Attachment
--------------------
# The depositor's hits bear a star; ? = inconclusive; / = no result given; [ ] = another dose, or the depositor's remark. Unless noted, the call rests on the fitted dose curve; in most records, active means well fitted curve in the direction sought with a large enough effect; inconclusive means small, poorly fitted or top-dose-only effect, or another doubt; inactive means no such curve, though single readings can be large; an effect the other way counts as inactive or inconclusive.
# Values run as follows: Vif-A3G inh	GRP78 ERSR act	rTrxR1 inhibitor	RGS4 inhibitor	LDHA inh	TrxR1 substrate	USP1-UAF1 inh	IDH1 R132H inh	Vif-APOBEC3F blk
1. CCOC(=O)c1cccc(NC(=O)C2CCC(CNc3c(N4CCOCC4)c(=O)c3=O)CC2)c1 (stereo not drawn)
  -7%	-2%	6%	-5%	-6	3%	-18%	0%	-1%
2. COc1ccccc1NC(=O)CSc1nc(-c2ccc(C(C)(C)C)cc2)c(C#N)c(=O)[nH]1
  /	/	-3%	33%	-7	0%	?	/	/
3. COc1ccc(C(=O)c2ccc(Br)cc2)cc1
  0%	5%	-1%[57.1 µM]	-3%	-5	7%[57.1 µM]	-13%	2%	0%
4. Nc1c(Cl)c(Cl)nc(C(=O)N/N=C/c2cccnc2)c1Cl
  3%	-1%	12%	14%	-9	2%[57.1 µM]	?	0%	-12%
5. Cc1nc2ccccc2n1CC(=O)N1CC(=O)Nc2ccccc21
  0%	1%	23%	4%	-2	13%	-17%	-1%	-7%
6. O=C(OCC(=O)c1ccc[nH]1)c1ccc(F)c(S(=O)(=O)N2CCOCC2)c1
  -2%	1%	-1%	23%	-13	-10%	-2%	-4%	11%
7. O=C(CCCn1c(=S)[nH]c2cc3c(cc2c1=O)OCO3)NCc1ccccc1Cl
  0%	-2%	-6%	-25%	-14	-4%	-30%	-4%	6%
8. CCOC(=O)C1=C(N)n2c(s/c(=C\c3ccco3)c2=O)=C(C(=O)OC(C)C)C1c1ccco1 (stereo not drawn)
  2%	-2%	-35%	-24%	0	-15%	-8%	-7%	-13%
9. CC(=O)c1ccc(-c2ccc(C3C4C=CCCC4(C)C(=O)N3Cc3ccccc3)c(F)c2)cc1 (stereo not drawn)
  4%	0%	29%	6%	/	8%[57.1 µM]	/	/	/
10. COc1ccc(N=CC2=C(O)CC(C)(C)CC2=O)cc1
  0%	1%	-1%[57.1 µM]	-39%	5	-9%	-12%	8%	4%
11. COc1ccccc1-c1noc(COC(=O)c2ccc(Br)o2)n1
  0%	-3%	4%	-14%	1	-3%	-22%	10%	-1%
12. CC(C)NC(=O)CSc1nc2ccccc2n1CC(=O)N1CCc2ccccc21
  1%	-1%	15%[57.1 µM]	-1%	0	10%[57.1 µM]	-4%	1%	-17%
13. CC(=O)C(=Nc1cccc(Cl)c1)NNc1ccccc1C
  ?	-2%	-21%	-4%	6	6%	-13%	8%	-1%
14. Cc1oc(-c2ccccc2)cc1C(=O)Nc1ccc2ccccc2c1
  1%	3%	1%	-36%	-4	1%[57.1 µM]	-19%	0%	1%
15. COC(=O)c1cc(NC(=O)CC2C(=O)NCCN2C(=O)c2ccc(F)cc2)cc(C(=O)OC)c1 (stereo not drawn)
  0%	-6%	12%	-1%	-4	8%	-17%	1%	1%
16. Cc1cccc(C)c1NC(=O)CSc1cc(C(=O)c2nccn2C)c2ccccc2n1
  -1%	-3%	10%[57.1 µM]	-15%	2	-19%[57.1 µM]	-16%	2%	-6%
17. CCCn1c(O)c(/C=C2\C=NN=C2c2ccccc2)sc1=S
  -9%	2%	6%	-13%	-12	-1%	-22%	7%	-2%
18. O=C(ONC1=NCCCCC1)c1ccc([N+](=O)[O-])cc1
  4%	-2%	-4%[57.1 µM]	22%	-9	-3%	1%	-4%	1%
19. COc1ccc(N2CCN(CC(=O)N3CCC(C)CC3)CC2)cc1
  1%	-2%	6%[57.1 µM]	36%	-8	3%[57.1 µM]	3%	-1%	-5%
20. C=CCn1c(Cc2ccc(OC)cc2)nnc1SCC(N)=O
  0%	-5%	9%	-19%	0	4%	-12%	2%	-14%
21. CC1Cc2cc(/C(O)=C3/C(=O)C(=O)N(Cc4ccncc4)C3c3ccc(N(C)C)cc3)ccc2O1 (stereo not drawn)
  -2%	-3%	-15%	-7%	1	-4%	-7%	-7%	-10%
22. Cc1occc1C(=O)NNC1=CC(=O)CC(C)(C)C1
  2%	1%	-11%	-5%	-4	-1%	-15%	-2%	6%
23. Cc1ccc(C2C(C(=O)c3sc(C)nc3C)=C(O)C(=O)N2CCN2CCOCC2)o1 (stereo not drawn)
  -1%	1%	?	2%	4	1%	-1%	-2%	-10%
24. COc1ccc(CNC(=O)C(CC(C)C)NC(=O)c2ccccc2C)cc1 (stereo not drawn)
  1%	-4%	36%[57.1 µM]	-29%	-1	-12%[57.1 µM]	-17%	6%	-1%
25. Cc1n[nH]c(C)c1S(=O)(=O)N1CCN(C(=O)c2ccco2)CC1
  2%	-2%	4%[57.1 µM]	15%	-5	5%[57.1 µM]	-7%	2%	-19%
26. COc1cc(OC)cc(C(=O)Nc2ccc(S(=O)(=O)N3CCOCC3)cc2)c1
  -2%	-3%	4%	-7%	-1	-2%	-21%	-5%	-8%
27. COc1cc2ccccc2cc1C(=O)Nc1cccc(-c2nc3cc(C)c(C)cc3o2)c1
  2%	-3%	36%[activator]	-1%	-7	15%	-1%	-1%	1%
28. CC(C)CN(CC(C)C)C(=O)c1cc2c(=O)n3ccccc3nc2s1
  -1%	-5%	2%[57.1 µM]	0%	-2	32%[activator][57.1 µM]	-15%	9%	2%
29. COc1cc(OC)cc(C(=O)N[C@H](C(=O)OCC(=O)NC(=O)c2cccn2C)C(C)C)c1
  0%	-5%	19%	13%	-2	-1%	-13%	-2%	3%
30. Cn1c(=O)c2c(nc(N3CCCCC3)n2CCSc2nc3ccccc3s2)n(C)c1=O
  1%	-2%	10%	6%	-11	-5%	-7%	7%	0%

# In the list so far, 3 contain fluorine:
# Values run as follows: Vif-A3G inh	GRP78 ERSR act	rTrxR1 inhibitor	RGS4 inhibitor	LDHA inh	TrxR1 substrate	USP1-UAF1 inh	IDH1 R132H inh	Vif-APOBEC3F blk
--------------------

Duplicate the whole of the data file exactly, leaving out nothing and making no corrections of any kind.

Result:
# The depositor's hits bear a star; ? = inconclusive; / = no result given; [ ] = another dose, or the depositor's remark. Unless noted, the call rests on the fitted dose curve; in most records, active means well fitted curve in the direction sought with a large enough effect; inconclusive means small, poorly fitted or top-dose-only effect, or another doubt; inactive means no such curve, though single readings can be large; an effect the other way counts as inactive or inconclusive.
# Values run as follows: Vif-A3G inh	GRP78 ERSR act	rTrxR1 inhibitor	RGS4 inhibitor	LDHA inh	TrxR1 substrate	USP1-UAF1 inh	IDH1 R132H inh	Vif-APOBEC3F blk
1. CCOC(=O)c1cccc(NC(=O)C2CCC(CNc3c(N4CCOCC4)c(=O)c3=O)CC2)c1 (stereo not drawn)
  -7%	-2%	6%	-5%	-6	3%	-18%	0%	-1%
2. COc1ccccc1NC(=O)CSc1nc(-c2ccc(C(C)(C)C)cc2)c(C#N)c(=O)[nH]1
  /	/	-3%	33%	-7	0%	?	/	/
3. COc1ccc(C(=O)c2ccc(Br)cc2)cc1
  0%	5%	-1%[57.1 µM]	-3%	-5	7%[57.1 µM]	-13%	2%	0%
4. Nc1c(Cl)c(Cl)nc(C(=O)N/N=C/c2cccnc2)c1Cl
  3%	-1%	12%	14%	-9	2%[57.1 µM]	?	0%	-12%
5. Cc1nc2ccccc2n1CC(=O)N1CC(=O)Nc2ccccc21
  0%	1%	23%	4%	-2	13%	-17%	-1%	-7%
6. O=C(OCC(=O)c1ccc[nH]1)c1ccc(F)c(S(=O)(=O)N2CCOCC2)c1
  -2%	1%	-1%	23%	-13	-10%	-2%	-4%	11%
7. O=C(CCCn1c(=S)[nH]c2cc3c(cc2c1=O)OCO3)NCc1ccccc1Cl
  0%	-2%	-6%	-25%	-14	-4%	-30%	-4%	6%
8. CCOC(=O)C1=C(N)n2c(s/c(=C\c3ccco3)c2=O)=C(C(=O)OC(C)C)C1c1ccco1 (stereo not drawn)
  2%	-2%	-35%	-24%	0	-15%	-8%	-7%	-13%
9. CC(=O)c1ccc(-c2ccc(C3C4C=CCCC4(C)C(=O)N3Cc3ccccc3)c(F)c2)cc1 (stereo not drawn)
  4%	0%	29%	6%	/	8%[57.1 µM]	/	/	/
10. COc1ccc(N=CC2=C(O)CC(C)(C)CC2=O)cc1
  0%	1%	-1%[57.1 µM]	-39%	5	-9%	-12%	8%	4%
11. COc1ccccc1-c1noc(COC(=O)c2ccc(Br)o2)n1
  0%	-3%	4%	-14%	1	-3%	-22%	10%	-1%
12. CC(C)NC(=O)CSc1nc2ccccc2n1CC(=O)N1CCc2ccccc21
  1%	-1%	15%[57.1 µM]	-1%	0	10%[57.1 µM]	-4%	1%	-17%
13. CC(=O)C(=Nc1cccc(Cl)c1)NNc1ccccc1C
  ?	-2%	-21%	-4%	6	6%	-13%	8%	-1%
14. Cc1oc(-c2ccccc2)cc1C(=O)Nc1ccc2ccccc2c1
  1%	3%	1%	-36%	-4	1%[57.1 µM]	-19%	0%	1%
15. COC(=O)c1cc(NC(=O)CC2C(=O)NCCN2C(=O)c2ccc(F)cc2)cc(C(=O)OC)c1 (stereo not drawn)
  0%	-6%	12%	-1%	-4	8%	-17%	1%	1%
16. Cc1cccc(C)c1NC(=O)CSc1cc(C(=O)c2nccn2C)c2ccccc2n1
  -1%	-3%	10%[57.1 µM]	-15%	2	-19%[57.1 µM]	-16%	2%	-6%
17. CCCn1c(O)c(/C=C2\C=NN=C2c2ccccc2)sc1=S
  -9%	2%	6%	-13%	-12	-1%	-22%	7%	-2%
18. O=C(ONC1=NCCCCC1)c1ccc([N+](=O)[O-])cc1
  4%	-2%	-4%[57.1 µM]	22%	-9	-3%	1%	-4%	1%
19. COc1ccc(N2CCN(CC(=O)N3CCC(C)CC3)CC2)cc1
  1%	-2%	6%[57.1 µM]	36%	-8	3%[57.1 µM]	3%	-1%	-5%
20. C=CCn1c(Cc2ccc(OC)cc2)nnc1SCC(N)=O
  0%	-5%	9%	-19%	0	4%	-12%	2%	-14%
21. CC1Cc2cc(/C(O)=C3/C(=O)C(=O)N(Cc4ccncc4)C3c3ccc(N(C)C)cc3)ccc2O1 (stereo not drawn)
  -2%	-3%	-15%	-7%	1	-4%	-7%	-7%	-10%
22. Cc1occc1C(=O)NNC1=CC(=O)CC(C)(C)C1
  2%	1%	-11%	-5%	-4	-1%	-15%	-2%	6%
23. Cc1ccc(C2C(C(=O)c3sc(C)nc3C)=C(O)C(=O)N2CCN2CCOCC2)o1 (stereo not drawn)
  -1%	1%	?	2%	4	1%	-1%	-2%	-10%
24. COc1ccc(CNC(=O)C(CC(C)C)NC(=O)c2ccccc2C)cc1 (stereo not drawn)
  1%	-4%	36%[57.1 µM]	-29%	-1	-12%[57.1 µM]	-17%	6%	-1%
25. Cc1n[nH]c(C)c1S(=O)(=O)N1CCN(C(=O)c2ccco2)CC1
  2%	-2%	4%[57.1 µM]	15%	-5	5%[57.1 µM]	-7%	2%	-19%
26. COc1cc(OC)cc(C(=O)Nc2ccc(S(=O)(=O)N3CCOCC3)cc2)c1
  -2%	-3%	4%	-7%	-1	-2%	-21%	-5%	-8%
27. COc1cc2ccccc2cc1C(=O)Nc1cccc(-c2nc3cc(C)c(C)cc3o2)c1
  2%	-3%	36%[activator]	-1%	-7	15%	-1%	-1%	1%
28. CC(C)CN(CC(C)C)C(=O)c1cc2c(=O)n3ccccc3nc2s1
  -1%	-5%	2%[57.1 µM]	0%	-2	32%[activator][57.1 µM]	-15%	9%	2%
29. COc1cc(OC)cc(C(=O)N[C@H](C(=O)OCC(=O)NC(=O)c2cccn2C)C(C)C)c1
  0%	-5%	19%	13%	-2	-1%	-13%	-2%	3%
30. Cn1c(=O)c2c(nc(N3CCCCC3)n2CCSc2nc3ccccc3s2)n(C)c1=O
  1%	-2%	10%	6%	-11	-5%	-7%	7%	0%

# In the list so far, 3 contain fluorine:
# Values run as follows: Vif-A3G inh	GRP78 ERSR act	rTrxR1 inhibitor	RGS4 inhibitor	LDHA inh	TrxR1 substrate	USP1-UAF1 inh	IDH1 R132H inh	Vif-APOBEC3F blk